Monday evening saw the eviction of the Occupy protest at St. Paul's Cathedral in London. There were a few scuffles, and as dawn broke, the media was asking what, if any, legacy the Occupy protest had left.
On Sky News (yes, I know, I'm evil) there were the two usual opponents, one saying that it was good the group was gone, the legacy was negative, and thankfully the beautiful capital city could now get back to putting on a pretty face for all the tourists, St. Paul's could get back to business, the Olympic and the Queen's Diamond Jubilee celebrations would now also have a clean, unspoiled, backdrop. He mentioned that the two men of the cloth who resigned over the way the church was possibly going to handle the issue were the only real casualties and if these protesters hadn't settled in, these two men would still be in a job. Toe the capitalist line, and you'll have no trouble. He reduces the serious issues raised (even if poorly raised) by Occupy to an issue of 'keeping the streets clean' and everyone in line.
The other guy made some good points about the movement, saying it wasn't necessarily over, and has at least kept the issue of rampant capitalism ahead of other issues. He was not a protester, at least not the 'typical' protester that the media gets hold of.
The revealed striking difference in most of the conversations, debates in pre- and post-event analysis was not only the multiple worldview's of the opposing sides, but the gap in understanding, rhetoric and terminology. I'm not going to analyse this much, except to say that this gap manifested among Christians too.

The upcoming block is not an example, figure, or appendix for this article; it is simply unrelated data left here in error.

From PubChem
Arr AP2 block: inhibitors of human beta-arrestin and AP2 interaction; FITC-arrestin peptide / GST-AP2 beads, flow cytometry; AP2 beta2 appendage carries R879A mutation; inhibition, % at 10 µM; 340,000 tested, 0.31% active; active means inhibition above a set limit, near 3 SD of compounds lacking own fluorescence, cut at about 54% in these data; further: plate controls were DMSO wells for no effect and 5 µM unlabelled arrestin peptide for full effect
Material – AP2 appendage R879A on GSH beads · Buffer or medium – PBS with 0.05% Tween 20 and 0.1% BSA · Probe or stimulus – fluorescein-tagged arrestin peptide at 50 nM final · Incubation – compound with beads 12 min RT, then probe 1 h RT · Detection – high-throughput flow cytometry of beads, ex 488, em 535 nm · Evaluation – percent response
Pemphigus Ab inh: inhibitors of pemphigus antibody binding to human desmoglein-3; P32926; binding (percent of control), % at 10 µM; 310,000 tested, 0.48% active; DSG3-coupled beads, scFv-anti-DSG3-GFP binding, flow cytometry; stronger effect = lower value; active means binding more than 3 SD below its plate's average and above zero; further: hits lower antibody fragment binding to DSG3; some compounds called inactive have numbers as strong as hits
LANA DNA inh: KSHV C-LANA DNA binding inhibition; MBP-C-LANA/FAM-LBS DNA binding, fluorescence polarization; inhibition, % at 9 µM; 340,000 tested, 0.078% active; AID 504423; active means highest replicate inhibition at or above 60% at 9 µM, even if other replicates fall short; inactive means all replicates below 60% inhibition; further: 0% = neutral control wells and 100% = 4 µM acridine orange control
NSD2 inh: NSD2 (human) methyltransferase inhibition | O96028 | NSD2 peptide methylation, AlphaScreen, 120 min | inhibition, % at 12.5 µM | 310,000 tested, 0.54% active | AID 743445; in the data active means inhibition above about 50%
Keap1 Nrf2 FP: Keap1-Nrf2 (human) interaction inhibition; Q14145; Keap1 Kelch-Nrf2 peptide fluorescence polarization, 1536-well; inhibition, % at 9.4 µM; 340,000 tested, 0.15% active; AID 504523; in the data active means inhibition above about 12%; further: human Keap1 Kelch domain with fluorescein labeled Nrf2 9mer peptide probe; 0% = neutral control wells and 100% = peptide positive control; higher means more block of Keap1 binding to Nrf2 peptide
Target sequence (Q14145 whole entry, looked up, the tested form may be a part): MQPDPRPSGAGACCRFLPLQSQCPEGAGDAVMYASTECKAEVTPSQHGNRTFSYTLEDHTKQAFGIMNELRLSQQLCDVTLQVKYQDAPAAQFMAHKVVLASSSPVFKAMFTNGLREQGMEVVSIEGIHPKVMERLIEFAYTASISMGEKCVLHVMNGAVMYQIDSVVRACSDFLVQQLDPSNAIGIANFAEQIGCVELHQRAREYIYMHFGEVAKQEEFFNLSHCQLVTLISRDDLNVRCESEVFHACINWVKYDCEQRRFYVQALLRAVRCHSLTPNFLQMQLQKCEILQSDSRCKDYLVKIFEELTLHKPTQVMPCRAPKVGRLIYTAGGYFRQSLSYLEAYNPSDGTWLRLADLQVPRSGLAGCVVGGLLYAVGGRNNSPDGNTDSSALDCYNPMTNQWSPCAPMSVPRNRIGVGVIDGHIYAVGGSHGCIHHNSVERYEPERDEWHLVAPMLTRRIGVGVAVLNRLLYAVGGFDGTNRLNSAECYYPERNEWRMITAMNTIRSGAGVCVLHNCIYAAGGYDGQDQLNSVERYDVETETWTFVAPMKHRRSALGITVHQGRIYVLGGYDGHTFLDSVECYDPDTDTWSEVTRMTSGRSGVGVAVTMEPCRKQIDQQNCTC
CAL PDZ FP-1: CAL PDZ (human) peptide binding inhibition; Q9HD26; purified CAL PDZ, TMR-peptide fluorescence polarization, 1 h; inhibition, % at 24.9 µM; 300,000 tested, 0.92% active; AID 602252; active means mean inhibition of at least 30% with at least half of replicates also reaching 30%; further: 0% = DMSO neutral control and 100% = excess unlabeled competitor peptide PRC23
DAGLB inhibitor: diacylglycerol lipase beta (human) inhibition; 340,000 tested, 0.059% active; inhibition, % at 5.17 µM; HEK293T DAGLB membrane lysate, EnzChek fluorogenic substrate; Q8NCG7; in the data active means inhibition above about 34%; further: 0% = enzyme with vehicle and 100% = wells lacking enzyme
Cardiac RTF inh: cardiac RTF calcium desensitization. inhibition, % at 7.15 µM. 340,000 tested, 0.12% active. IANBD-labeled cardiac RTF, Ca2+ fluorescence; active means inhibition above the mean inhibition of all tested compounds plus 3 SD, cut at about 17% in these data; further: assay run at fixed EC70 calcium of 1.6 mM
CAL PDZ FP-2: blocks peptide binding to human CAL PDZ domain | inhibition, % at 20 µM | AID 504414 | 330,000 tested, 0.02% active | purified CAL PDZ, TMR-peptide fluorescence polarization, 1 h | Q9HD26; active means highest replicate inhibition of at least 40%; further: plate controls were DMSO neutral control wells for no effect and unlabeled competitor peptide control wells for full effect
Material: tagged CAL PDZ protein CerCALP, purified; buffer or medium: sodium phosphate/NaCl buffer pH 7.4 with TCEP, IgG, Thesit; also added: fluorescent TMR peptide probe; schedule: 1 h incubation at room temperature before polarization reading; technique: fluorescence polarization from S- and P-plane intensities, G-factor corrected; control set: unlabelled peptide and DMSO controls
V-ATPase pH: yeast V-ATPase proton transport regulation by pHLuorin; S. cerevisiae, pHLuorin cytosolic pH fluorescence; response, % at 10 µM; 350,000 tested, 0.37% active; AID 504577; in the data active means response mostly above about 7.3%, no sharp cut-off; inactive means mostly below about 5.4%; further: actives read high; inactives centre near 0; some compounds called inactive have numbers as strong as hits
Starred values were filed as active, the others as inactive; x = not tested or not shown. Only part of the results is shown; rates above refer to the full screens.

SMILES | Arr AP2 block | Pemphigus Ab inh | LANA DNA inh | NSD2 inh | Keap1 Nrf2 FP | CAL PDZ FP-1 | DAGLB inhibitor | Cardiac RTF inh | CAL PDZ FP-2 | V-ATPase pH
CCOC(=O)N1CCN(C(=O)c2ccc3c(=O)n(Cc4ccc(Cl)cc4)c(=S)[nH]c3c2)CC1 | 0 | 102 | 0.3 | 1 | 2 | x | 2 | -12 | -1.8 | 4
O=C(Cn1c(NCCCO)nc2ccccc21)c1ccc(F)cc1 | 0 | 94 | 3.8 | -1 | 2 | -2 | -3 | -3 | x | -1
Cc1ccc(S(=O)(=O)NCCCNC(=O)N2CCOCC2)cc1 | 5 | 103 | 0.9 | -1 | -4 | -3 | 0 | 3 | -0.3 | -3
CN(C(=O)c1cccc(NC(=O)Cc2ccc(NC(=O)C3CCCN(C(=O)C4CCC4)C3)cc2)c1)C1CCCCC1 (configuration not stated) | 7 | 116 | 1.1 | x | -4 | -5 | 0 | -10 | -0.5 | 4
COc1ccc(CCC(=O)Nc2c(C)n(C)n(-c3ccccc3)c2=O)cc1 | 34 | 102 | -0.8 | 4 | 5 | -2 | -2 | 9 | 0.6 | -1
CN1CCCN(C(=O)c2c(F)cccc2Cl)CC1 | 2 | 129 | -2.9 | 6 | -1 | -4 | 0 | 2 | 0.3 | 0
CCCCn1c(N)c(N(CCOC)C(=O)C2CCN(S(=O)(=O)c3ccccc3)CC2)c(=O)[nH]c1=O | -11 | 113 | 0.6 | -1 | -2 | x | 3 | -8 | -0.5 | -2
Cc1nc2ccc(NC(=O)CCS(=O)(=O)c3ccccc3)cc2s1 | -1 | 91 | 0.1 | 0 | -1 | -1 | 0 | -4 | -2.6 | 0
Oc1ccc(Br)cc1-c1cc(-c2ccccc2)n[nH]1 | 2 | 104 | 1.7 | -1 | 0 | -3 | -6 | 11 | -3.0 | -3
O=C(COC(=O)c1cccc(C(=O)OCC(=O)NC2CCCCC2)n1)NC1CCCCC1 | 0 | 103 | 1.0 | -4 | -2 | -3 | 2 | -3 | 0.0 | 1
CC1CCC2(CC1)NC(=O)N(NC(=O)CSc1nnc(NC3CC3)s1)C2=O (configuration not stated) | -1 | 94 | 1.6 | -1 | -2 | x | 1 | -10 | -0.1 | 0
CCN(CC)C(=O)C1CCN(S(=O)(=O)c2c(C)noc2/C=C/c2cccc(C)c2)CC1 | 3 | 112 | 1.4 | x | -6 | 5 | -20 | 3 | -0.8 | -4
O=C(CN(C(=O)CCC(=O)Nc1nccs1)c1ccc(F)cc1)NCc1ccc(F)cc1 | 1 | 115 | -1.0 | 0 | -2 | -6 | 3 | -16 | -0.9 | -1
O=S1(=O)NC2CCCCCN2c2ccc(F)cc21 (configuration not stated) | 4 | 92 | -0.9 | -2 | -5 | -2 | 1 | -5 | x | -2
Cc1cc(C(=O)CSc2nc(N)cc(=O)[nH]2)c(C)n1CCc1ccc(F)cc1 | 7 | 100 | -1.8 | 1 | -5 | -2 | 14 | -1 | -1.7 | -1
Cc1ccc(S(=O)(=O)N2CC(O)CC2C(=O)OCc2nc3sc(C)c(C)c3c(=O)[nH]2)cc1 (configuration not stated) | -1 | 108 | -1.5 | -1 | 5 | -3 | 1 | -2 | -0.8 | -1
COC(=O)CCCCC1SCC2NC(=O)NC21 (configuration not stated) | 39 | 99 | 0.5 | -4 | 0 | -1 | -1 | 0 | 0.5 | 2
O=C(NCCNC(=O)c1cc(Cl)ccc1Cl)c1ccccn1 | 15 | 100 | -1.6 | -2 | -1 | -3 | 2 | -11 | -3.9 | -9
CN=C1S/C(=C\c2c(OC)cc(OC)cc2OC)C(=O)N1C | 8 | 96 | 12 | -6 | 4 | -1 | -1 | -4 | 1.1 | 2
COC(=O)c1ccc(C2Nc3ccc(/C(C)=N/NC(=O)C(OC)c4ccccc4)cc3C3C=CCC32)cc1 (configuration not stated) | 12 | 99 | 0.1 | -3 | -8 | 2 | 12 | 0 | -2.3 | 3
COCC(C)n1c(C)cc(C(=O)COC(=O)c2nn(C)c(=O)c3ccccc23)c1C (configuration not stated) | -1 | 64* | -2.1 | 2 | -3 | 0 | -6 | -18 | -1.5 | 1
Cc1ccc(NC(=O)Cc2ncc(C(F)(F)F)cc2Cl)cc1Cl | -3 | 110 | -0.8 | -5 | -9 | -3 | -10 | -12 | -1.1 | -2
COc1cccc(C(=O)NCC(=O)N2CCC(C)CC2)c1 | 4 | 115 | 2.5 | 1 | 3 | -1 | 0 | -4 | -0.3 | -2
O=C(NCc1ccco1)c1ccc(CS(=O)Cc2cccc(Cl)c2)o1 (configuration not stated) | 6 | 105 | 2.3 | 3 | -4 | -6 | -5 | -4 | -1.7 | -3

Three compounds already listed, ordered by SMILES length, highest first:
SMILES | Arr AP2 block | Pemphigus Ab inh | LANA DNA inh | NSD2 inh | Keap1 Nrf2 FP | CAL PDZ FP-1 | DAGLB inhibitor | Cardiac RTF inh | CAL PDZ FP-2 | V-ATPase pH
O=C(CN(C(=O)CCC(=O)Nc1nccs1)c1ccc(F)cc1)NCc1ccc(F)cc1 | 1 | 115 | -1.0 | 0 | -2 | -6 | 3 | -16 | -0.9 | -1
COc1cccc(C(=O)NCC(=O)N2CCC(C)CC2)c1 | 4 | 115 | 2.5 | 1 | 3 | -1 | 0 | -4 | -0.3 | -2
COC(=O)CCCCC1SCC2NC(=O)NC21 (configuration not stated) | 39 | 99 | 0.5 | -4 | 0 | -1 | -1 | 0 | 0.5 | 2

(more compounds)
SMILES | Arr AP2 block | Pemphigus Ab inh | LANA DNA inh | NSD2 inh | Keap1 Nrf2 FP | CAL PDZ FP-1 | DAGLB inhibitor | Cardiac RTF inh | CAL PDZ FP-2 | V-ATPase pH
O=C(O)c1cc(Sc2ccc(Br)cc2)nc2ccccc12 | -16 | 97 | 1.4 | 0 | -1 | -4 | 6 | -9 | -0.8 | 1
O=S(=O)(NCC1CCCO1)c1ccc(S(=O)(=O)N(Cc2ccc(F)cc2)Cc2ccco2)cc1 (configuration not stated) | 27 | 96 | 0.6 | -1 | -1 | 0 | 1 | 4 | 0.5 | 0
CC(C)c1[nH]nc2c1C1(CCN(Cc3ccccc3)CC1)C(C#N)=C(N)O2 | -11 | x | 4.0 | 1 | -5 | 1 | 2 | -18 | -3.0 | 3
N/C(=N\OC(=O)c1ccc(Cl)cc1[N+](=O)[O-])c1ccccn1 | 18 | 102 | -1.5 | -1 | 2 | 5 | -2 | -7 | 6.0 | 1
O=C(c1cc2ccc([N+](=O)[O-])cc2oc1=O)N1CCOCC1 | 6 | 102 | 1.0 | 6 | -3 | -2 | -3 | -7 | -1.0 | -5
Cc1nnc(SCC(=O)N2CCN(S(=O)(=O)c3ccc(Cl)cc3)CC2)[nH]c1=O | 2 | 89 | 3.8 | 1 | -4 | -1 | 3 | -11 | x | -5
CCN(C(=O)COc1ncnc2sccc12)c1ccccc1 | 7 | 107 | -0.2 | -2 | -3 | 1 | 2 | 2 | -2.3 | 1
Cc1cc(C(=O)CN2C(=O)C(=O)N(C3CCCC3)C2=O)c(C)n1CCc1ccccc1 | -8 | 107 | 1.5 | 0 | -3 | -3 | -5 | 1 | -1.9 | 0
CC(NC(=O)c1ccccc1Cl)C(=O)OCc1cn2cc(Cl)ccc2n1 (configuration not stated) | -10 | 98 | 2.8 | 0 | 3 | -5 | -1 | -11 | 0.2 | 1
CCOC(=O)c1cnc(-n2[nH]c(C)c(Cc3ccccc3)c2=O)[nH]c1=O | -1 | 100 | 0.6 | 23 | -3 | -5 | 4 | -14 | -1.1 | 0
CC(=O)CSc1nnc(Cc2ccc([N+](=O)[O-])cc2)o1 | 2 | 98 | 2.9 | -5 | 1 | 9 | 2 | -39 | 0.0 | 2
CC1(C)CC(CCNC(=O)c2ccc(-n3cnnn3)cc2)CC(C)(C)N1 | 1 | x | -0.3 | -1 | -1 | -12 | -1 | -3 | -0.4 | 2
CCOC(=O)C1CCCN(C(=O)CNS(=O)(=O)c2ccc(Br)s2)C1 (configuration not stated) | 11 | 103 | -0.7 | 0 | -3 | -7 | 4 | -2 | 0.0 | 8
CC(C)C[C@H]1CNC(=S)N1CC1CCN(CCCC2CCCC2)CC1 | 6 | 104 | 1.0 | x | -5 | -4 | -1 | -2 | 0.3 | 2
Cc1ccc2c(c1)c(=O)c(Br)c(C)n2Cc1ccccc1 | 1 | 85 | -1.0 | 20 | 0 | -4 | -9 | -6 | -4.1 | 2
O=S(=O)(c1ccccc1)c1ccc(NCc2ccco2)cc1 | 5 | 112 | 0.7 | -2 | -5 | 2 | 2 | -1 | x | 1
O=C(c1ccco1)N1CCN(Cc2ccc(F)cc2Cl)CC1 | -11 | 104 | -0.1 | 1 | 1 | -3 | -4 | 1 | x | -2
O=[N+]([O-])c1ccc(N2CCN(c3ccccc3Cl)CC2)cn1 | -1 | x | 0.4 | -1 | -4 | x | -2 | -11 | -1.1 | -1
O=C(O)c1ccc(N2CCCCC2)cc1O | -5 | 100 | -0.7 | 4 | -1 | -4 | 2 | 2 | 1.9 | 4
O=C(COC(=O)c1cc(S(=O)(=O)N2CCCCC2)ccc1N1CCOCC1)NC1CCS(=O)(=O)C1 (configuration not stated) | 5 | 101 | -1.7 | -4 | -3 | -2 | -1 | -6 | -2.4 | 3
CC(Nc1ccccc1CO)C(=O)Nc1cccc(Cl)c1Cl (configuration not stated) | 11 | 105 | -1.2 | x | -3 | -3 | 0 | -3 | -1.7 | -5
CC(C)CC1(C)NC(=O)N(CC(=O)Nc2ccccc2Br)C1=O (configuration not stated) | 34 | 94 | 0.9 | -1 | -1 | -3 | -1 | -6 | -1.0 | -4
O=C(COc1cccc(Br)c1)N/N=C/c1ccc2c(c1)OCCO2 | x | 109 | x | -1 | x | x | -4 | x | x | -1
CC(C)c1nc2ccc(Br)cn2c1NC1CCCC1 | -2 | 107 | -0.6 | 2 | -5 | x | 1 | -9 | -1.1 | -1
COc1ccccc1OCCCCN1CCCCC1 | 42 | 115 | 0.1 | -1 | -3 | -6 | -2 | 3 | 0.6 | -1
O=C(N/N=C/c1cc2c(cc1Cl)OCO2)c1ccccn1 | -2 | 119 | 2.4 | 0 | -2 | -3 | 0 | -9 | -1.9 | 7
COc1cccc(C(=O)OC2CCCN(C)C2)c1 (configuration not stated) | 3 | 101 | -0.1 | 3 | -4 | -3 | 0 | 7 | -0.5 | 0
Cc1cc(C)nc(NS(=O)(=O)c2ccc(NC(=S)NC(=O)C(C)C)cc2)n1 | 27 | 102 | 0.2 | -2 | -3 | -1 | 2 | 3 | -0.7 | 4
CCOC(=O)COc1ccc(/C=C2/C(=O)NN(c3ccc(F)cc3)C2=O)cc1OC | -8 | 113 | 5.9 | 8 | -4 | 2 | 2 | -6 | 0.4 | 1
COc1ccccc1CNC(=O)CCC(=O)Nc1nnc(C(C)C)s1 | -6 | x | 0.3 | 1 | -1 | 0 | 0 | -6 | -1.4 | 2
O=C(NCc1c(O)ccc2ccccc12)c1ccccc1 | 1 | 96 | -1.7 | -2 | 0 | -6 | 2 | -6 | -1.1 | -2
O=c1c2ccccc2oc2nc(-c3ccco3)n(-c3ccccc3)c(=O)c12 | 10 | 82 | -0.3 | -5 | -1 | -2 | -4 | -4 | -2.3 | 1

Members of the Acton Institute disagreed strongly with the movement, saying that removing capitalism and it's enterprising nature was not a biblical response. Others used the opportunity to decry the entire capitalistic system as ungodly and that it should be thrown out asap, before it collapses on itself and leaves us all in a serious, supposedly preventable, mess. The gap was large, fuzzy and in many media forums the key issues were not dealt with in any great depth, and this was because the main issues were not agreed or understood. Enterprise is good. Providing for our families is right. Business is not bad.
The problem with rampant capitalism is the rampant bit. Adam Smith's "invisible hand" has not proven true, unless that hand is the greedy hand of business, corrupt government and powerful economists who have channeled and arranged for things to go their way. American Christianity's defense of this type of economy is untenable. Opposing capitalism does not automatically make you a communist, as some may think!
So what is the Godly way of maintaining balance? I would suggest the jubilee system. Without going into expansive details of it, you can do the leg work and then I would ask: how would a Leviticus 25 system be implemented today? Is it possible? Is it something worth striving for? What if Christians could actually get along, agree for once, and implement this style from within the church and watch as the yeast transforms the whole of society?
If we should do this, then we can do it.